Iraqi Shia extremists feature prominently in Iran’s arsenal of regional proxies. On their own, and in cooperation with the Qods Force, local Hezbollah affiliates and groups like the Iraqi Dawa Party have engaged in terrorism and political violence in support of their own and Iranian interests. In time, evidence of Hezbollah’s presence in Iraq would be plentiful. Indeed, Hezbollah would create an outfit, Unit 3800, dedicated to aiding the Shia insurgency in Iraq. Iraq became a core issue for Hezbollah, however, not because it had anything to do with Lebanon but because gaining influence over Iraq and hegemony in the region is of primary concern to its Iranian sponsors. Of course, Iran has long sought to push the United States out of the Gulf region. “Iranian-sponsored terrorism is the greatest threat to U.S. personnel and facilities in the Middle East.” So read the opening statement of a CIA memo written in mid-February 1985 on terrorism in the Middle East. So it was that Hezbollah, at Iran’s behest, helped develop a sophisticated training program for Shia militants from Iraq. Some training occurred in Iraq, reportedly at the Deir and Kutaiban camps east of Basra near the Iranian border. In Iran, Hezbollah and Qods Force instructors ran a well-organized training program in which Daqduq was directly involved, “helping Qods Force in training Iraqis inside Iran.”
Over time, Hezbollah operatives trained enough Iraqi Shia militants—in Iraq, Iran, and Lebanon—to significantly improve the Special Groups’ paramilitary capabilities. Hezbollah provided the Iraqi insurgents “with the training, tactics and technology to conduct kidnappings, small unit tactical operations, and employ sophisticated improvised explosive devices, incorporating lessons learned from operations in Southern Lebanon,” according to an April 2010 Pentagon report. Indeed, it would not take long before Hezbollah operatives would begin directing Iraqi militants in the execution of exactly such operations.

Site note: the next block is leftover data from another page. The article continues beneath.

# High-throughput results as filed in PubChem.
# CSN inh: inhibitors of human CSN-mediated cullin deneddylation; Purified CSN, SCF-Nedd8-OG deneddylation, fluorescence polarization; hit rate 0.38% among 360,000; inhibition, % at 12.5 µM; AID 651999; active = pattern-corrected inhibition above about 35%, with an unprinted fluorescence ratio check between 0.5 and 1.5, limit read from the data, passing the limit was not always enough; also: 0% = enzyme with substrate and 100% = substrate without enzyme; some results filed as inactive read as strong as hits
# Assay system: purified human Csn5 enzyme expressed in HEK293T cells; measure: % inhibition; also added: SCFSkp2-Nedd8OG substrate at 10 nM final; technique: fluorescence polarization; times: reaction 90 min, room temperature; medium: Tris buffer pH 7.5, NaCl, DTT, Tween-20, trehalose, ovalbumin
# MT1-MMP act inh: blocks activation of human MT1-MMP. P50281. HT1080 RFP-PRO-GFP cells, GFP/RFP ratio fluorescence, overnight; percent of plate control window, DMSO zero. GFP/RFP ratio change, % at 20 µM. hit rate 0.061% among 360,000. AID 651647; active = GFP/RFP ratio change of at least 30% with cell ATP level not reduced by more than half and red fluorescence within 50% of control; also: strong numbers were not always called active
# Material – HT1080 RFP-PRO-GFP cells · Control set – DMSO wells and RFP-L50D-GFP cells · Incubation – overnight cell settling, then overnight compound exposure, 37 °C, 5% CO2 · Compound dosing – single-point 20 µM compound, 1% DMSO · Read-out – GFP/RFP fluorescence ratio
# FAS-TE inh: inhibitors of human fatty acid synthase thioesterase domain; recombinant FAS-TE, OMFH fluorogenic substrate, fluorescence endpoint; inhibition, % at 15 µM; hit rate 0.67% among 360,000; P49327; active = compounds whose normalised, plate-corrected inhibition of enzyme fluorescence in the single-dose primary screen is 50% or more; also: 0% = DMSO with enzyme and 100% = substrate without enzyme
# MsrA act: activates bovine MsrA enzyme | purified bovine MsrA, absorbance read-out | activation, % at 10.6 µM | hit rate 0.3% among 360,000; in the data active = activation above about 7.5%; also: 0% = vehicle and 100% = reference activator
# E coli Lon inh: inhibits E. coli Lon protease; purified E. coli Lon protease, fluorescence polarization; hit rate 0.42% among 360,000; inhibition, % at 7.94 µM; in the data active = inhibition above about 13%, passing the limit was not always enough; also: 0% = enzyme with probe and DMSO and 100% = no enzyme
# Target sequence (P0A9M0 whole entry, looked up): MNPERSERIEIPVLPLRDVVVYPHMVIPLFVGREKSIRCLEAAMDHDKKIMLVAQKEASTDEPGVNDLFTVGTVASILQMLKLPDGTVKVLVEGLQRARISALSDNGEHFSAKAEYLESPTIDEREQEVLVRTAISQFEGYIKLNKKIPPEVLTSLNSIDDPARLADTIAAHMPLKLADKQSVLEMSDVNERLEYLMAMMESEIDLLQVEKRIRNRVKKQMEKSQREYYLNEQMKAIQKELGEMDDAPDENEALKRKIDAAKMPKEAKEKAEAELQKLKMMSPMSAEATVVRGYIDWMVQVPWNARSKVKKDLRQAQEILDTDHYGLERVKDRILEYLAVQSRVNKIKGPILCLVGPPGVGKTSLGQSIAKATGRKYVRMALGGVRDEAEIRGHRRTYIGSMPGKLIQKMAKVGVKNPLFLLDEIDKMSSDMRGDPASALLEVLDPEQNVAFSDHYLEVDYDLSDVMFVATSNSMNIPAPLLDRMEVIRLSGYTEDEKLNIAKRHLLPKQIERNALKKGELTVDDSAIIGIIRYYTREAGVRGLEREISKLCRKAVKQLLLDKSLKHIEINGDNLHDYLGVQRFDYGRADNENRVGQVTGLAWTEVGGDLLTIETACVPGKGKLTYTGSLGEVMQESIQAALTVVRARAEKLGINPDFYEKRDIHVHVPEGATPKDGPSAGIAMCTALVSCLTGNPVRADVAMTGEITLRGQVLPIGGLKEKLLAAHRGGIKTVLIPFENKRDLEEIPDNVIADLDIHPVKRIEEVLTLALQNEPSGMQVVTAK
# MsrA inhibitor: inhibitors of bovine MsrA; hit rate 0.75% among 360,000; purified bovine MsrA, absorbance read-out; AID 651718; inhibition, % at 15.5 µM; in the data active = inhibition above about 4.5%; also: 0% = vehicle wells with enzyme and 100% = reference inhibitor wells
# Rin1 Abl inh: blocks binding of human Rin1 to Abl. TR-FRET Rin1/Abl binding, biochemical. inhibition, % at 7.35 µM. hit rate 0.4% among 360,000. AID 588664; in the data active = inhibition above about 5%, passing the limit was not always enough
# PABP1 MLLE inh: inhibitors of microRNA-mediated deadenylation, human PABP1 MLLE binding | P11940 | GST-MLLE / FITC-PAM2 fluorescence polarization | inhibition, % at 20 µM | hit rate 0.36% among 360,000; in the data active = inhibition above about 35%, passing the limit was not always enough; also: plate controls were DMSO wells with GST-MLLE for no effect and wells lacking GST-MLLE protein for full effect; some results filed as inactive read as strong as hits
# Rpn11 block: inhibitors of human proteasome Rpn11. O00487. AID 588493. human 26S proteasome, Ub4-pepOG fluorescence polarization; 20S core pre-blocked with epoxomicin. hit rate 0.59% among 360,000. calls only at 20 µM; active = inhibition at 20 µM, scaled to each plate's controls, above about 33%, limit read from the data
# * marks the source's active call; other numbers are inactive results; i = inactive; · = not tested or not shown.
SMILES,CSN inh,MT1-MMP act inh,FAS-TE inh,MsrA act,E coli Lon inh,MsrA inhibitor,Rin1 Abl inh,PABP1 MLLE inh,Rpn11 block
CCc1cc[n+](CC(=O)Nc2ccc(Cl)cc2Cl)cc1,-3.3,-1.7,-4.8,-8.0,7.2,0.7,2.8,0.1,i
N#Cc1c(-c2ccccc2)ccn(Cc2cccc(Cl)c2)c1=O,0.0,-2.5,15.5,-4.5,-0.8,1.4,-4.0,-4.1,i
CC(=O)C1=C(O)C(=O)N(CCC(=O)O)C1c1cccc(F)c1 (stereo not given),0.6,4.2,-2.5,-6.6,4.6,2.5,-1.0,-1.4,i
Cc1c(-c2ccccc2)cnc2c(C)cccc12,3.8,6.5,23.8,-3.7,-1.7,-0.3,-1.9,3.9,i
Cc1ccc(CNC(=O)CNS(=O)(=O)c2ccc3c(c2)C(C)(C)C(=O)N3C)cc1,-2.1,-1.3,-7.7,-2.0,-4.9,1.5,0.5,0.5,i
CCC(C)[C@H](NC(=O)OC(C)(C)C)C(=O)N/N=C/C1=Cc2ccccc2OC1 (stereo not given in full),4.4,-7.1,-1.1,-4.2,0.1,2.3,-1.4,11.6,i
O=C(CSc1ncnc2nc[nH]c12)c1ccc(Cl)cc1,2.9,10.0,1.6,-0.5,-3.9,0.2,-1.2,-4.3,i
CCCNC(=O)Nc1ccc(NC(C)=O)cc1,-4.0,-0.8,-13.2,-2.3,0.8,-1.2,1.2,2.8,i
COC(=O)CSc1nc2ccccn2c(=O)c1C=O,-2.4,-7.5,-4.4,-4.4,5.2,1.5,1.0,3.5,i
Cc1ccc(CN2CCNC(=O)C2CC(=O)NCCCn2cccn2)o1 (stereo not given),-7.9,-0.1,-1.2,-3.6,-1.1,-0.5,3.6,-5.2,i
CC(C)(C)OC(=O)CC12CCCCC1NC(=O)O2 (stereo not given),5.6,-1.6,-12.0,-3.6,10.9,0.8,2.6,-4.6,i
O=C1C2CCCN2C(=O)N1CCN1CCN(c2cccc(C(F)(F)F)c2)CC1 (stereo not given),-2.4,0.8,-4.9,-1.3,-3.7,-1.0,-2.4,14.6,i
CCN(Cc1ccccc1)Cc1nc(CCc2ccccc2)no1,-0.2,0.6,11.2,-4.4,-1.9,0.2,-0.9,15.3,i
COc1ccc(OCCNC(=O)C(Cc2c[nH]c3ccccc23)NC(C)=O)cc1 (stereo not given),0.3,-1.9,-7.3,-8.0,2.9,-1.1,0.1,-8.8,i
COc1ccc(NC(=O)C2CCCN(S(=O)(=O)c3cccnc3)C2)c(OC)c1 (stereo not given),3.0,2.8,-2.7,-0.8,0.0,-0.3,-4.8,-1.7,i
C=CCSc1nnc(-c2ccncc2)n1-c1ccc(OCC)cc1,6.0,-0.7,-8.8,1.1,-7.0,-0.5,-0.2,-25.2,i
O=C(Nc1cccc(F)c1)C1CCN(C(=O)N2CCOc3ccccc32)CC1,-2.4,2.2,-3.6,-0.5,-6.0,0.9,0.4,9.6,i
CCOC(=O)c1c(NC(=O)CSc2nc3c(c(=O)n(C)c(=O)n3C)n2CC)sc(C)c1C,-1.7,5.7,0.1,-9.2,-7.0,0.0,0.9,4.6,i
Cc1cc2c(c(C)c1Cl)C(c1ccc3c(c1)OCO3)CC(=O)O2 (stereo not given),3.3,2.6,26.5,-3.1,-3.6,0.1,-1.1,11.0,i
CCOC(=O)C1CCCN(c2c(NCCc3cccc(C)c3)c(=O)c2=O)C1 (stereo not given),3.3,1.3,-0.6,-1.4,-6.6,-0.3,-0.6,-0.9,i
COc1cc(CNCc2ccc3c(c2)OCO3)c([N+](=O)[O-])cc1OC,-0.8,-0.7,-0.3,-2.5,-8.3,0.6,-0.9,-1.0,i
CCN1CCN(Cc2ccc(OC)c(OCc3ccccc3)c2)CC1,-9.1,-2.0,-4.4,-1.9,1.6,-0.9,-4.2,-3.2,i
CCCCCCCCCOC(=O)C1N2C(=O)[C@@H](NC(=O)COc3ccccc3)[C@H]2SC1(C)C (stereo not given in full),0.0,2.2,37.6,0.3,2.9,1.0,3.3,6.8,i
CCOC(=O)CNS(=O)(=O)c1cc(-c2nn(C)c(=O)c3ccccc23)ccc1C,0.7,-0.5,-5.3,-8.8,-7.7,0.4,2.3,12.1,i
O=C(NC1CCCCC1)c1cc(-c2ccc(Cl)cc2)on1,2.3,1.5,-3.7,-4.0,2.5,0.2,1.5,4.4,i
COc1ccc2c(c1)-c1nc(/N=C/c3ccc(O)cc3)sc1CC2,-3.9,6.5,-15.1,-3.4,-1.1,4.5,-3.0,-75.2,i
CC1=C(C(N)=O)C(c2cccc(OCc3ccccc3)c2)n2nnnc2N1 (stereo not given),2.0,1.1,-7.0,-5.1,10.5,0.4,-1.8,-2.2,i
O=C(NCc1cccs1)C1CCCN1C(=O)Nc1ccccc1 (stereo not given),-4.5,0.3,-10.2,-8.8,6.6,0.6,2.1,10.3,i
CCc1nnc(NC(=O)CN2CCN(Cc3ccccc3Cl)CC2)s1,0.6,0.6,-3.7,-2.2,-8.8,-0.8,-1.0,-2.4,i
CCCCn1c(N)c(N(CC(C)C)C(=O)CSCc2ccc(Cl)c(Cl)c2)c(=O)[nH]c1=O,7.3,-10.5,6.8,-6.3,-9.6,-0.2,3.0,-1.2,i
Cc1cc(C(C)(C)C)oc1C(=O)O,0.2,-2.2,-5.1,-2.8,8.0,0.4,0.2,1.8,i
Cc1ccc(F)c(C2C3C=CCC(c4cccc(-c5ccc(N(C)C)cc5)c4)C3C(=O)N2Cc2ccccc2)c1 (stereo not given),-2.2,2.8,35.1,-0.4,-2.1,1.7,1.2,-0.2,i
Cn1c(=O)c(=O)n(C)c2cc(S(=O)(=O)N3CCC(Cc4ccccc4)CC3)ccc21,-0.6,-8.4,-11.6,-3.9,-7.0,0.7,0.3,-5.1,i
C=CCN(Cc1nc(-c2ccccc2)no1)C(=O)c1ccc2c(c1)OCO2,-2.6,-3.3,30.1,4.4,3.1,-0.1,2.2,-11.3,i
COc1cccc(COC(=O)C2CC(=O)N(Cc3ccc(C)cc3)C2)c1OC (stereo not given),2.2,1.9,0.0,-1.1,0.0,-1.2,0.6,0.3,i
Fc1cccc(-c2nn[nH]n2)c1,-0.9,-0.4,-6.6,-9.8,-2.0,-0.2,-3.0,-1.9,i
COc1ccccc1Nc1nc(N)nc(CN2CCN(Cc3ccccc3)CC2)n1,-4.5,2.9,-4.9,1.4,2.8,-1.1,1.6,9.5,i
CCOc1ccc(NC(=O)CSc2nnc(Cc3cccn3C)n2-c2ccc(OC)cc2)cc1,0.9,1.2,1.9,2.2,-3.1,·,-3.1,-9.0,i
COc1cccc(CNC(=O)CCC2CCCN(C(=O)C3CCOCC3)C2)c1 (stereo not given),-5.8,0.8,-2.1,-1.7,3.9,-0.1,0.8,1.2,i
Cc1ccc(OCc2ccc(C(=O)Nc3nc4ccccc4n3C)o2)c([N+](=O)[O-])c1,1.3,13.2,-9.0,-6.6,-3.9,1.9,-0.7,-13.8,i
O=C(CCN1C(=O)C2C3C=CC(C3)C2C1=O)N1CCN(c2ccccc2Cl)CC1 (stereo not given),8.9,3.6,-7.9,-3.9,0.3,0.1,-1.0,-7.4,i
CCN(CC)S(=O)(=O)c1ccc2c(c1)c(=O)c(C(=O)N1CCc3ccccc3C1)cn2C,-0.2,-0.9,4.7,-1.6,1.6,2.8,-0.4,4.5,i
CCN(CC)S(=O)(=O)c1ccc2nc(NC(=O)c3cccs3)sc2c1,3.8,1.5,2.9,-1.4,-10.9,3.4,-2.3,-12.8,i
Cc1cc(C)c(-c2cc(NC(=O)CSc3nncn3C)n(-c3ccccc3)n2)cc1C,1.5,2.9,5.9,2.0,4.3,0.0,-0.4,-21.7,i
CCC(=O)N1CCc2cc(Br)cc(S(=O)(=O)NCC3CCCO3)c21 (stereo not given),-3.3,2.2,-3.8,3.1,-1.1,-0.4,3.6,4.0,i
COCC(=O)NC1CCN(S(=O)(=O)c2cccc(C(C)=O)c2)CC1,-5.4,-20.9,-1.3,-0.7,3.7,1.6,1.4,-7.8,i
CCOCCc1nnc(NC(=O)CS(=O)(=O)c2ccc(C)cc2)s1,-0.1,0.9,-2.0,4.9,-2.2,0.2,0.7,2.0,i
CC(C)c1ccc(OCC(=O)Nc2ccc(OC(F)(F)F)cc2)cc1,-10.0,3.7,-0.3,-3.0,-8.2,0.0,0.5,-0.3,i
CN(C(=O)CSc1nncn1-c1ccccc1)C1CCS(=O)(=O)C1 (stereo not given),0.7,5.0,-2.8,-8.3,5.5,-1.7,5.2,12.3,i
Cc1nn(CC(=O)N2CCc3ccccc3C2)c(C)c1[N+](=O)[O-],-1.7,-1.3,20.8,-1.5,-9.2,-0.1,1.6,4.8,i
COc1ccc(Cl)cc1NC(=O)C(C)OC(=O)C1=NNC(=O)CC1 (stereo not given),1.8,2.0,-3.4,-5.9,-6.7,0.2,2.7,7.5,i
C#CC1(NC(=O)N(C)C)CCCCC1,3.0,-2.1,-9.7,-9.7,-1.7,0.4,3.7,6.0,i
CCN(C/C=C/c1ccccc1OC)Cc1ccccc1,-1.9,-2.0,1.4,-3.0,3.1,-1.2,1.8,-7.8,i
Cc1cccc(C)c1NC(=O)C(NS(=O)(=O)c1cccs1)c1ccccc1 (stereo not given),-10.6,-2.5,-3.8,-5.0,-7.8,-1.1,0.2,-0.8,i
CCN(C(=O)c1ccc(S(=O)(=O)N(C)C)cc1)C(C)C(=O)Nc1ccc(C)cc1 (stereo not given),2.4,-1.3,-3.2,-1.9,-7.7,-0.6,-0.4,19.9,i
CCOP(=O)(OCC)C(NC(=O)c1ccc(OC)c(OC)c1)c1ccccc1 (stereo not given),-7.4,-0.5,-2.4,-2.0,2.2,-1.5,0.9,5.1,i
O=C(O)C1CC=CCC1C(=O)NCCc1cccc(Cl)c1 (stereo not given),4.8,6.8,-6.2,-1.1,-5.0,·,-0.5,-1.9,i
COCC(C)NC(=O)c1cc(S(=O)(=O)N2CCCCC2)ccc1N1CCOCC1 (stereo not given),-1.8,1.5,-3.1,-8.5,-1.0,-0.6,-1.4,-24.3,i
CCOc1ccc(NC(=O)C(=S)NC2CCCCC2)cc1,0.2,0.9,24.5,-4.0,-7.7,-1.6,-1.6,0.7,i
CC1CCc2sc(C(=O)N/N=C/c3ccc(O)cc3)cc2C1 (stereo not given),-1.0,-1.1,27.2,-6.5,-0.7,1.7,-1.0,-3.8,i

Also Washington reported in The Jerusalem Post that : Iran continues to arm and finance a terrorist network that extends from South Asia to the Horn of Africa, from Iraq to Yemen, and across the Palestinian territories, the US State Department reported on Wednesday, acknowledging US willingness to nevertheless engage directly in talks with the state over its nuclear program. Much of the report, released annually by the State Department to outline threats of terrorism around the world, focuses on Iran’s expansive efforts to fund and funnel arms to Islamist organizations, including Hamas in Gaza and Hezbollah, which is based in Lebanon but operates worldwide.“Iran has historically provided weapons, training, and funding to Hamas and other Palestinian terrorist groups,” the report details, “although Hamas’s ties to Tehran have been strained due to the Syrian civil war.” In its efforts to bolster Hezbollah, Iran considers Syria “a crucial causeway in its weapons supply route” and has taken an active role in supporting embattled Syrian President Bashar Assad, the US report claims.
Consider that Iran’s intelligence penetration of South America has expanded significantly since the AMIA bombing. Testifying before Congress in the weeks following that 1994 attack, the State Department’s coordinator for counterterrorism expressed concern that Iranian embassies in the region were stacked with larger than necessary numbers of diplomats, some of whom were believed to be intelligence agents and terrorist operatives:“We are sharing information in our possession with other States about Iranian diplomats, Iranian terrorist leaders who are posing as diplomats, so that nations will refuse to give them accreditation, or if they are already accredited, to expel them. We have had some success in that respect, but we have not always succeeded.
BY: Akam Assadi
Any views or opinions presented in this article are solely those of the author and do not necessarily represent those of the LAWAN.